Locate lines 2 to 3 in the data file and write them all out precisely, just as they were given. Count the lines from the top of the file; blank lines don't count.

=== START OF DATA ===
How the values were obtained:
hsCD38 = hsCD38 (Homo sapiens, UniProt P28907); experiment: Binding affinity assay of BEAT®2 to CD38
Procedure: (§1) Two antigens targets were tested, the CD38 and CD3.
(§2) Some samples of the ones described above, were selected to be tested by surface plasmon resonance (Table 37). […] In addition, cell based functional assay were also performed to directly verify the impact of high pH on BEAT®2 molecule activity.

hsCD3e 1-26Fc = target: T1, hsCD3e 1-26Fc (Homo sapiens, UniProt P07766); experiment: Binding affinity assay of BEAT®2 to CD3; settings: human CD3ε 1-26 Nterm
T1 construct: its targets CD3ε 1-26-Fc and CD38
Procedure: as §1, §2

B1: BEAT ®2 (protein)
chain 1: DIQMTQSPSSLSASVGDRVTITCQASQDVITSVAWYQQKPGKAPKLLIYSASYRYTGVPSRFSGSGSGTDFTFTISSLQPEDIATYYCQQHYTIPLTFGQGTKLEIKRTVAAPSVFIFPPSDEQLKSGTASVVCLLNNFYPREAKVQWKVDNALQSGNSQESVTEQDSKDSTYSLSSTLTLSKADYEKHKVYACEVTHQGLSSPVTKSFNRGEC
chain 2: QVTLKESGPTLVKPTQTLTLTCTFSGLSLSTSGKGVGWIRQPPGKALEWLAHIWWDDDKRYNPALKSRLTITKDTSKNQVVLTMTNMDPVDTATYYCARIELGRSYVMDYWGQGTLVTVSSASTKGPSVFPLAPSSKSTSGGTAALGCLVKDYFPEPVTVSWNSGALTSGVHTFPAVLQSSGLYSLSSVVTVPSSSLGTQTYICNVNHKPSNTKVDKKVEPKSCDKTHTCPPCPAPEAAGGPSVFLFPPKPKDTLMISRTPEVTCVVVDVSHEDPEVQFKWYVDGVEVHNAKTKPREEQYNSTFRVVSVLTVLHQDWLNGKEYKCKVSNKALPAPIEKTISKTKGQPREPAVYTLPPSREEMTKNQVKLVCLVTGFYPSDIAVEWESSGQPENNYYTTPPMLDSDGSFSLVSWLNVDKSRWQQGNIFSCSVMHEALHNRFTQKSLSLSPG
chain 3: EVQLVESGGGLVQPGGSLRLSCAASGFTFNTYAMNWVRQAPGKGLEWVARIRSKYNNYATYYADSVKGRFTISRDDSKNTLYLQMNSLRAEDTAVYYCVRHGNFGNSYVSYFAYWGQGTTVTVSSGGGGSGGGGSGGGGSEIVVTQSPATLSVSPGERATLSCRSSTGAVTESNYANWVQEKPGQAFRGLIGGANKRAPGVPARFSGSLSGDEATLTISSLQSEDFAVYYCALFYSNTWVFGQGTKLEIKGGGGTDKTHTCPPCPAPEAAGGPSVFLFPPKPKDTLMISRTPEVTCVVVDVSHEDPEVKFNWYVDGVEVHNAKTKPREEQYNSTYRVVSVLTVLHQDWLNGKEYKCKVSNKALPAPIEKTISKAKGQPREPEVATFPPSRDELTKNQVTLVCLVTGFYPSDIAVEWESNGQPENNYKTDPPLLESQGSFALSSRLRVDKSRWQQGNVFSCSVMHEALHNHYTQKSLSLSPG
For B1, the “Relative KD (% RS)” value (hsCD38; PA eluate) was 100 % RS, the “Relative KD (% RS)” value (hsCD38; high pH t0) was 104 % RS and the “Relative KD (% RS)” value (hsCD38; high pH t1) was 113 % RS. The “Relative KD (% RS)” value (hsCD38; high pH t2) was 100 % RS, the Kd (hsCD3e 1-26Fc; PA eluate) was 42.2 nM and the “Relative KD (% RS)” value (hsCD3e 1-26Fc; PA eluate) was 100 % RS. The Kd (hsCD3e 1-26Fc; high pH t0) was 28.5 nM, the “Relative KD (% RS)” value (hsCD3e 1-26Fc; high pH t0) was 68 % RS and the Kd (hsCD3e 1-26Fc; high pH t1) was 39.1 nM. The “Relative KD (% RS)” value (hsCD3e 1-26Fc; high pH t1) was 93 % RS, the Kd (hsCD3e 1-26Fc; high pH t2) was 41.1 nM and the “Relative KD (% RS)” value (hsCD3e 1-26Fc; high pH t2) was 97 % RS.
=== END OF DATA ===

hsCD38 = hsCD38 (Homo sapiens, UniProt P28907); experiment: Binding affinity assay of BEAT®2 to CD38
Procedure: (§1) Two antigens targets were tested, the CD38 and CD3.